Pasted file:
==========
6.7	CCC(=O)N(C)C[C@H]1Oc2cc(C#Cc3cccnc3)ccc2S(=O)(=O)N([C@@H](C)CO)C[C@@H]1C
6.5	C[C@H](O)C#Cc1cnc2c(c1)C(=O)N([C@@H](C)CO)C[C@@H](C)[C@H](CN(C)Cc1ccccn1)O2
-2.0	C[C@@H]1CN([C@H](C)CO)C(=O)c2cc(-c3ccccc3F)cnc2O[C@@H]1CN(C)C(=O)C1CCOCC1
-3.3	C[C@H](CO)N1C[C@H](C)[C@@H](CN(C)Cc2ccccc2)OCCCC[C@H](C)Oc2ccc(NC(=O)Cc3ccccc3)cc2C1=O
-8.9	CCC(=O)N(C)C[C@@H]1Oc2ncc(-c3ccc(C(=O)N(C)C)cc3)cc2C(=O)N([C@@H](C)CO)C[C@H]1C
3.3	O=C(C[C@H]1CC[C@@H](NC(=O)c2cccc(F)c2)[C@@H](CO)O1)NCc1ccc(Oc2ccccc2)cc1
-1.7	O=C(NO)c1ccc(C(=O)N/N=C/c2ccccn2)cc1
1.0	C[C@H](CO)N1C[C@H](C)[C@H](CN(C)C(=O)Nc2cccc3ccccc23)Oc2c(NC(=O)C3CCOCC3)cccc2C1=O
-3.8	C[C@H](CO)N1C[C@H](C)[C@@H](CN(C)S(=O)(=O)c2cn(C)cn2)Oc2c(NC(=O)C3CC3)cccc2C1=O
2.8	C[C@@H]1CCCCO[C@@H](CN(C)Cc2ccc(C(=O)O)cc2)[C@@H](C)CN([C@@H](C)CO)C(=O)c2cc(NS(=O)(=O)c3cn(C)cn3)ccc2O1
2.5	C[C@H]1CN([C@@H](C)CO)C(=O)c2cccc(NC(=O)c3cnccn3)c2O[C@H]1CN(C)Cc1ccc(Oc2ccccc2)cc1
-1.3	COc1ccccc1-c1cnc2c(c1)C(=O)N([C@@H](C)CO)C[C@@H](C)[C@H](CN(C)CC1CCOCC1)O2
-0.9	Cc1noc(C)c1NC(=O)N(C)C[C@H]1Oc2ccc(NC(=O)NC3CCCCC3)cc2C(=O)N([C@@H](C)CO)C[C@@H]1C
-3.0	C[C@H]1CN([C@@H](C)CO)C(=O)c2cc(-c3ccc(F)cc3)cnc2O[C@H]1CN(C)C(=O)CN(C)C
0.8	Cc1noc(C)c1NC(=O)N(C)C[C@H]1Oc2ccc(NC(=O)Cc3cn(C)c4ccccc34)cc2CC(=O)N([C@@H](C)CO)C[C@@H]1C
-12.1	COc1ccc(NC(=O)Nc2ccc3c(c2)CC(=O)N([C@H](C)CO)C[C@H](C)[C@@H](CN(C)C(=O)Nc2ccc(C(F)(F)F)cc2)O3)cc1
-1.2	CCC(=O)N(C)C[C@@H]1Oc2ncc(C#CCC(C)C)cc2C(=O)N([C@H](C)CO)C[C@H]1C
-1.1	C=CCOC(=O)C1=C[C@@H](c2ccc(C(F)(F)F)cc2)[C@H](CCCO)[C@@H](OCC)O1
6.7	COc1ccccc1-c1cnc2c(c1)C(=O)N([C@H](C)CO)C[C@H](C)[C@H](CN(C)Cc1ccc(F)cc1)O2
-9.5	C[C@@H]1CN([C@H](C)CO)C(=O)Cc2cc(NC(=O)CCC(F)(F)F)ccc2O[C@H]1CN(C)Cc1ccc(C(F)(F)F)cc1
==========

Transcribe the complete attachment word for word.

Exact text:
6.7	CCC(=O)N(C)C[C@H]1Oc2cc(C#Cc3cccnc3)ccc2S(=O)(=O)N([C@@H](C)CO)C[C@@H]1C
6.5	C[C@H](O)C#Cc1cnc2c(c1)C(=O)N([C@@H](C)CO)C[C@@H](C)[C@H](CN(C)Cc1ccccn1)O2
-2.0	C[C@@H]1CN([C@H](C)CO)C(=O)c2cc(-c3ccccc3F)cnc2O[C@@H]1CN(C)C(=O)C1CCOCC1
-3.3	C[C@H](CO)N1C[C@H](C)[C@@H](CN(C)Cc2ccccc2)OCCCC[C@H](C)Oc2ccc(NC(=O)Cc3ccccc3)cc2C1=O
-8.9	CCC(=O)N(C)C[C@@H]1Oc2ncc(-c3ccc(C(=O)N(C)C)cc3)cc2C(=O)N([C@@H](C)CO)C[C@H]1C
3.3	O=C(C[C@H]1CC[C@@H](NC(=O)c2cccc(F)c2)[C@@H](CO)O1)NCc1ccc(Oc2ccccc2)cc1
-1.7	O=C(NO)c1ccc(C(=O)N/N=C/c2ccccn2)cc1
1.0	C[C@H](CO)N1C[C@H](C)[C@H](CN(C)C(=O)Nc2cccc3ccccc23)Oc2c(NC(=O)C3CCOCC3)cccc2C1=O
-3.8	C[C@H](CO)N1C[C@H](C)[C@@H](CN(C)S(=O)(=O)c2cn(C)cn2)Oc2c(NC(=O)C3CC3)cccc2C1=O
2.8	C[C@@H]1CCCCO[C@@H](CN(C)Cc2ccc(C(=O)O)cc2)[C@@H](C)CN([C@@H](C)CO)C(=O)c2cc(NS(=O)(=O)c3cn(C)cn3)ccc2O1
2.5	C[C@H]1CN([C@@H](C)CO)C(=O)c2cccc(NC(=O)c3cnccn3)c2O[C@H]1CN(C)Cc1ccc(Oc2ccccc2)cc1
-1.3	COc1ccccc1-c1cnc2c(c1)C(=O)N([C@@H](C)CO)C[C@@H](C)[C@H](CN(C)CC1CCOCC1)O2
-0.9	Cc1noc(C)c1NC(=O)N(C)C[C@H]1Oc2ccc(NC(=O)NC3CCCCC3)cc2C(=O)N([C@@H](C)CO)C[C@@H]1C
-3.0	C[C@H]1CN([C@@H](C)CO)C(=O)c2cc(-c3ccc(F)cc3)cnc2O[C@H]1CN(C)C(=O)CN(C)C
0.8	Cc1noc(C)c1NC(=O)N(C)C[C@H]1Oc2ccc(NC(=O)Cc3cn(C)c4ccccc34)cc2CC(=O)N([C@@H](C)CO)C[C@@H]1C
-12.1	COc1ccc(NC(=O)Nc2ccc3c(c2)CC(=O)N([C@H](C)CO)C[C@H](C)[C@@H](CN(C)C(=O)Nc2ccc(C(F)(F)F)cc2)O3)cc1
-1.2	CCC(=O)N(C)C[C@@H]1Oc2ncc(C#CCC(C)C)cc2C(=O)N([C@H](C)CO)C[C@H]1C
-1.1	C=CCOC(=O)C1=C[C@@H](c2ccc(C(F)(F)F)cc2)[C@H](CCCO)[C@@H](OCC)O1
6.7	COc1ccccc1-c1cnc2c(c1)C(=O)N([C@H](C)CO)C[C@H](C)[C@H](CN(C)Cc1ccc(F)cc1)O2
-9.5	C[C@@H]1CN([C@H](C)CO)C(=O)Cc2cc(NC(=O)CCC(F)(F)F)ccc2O[C@H]1CN(C)Cc1ccc(C(F)(F)F)cc1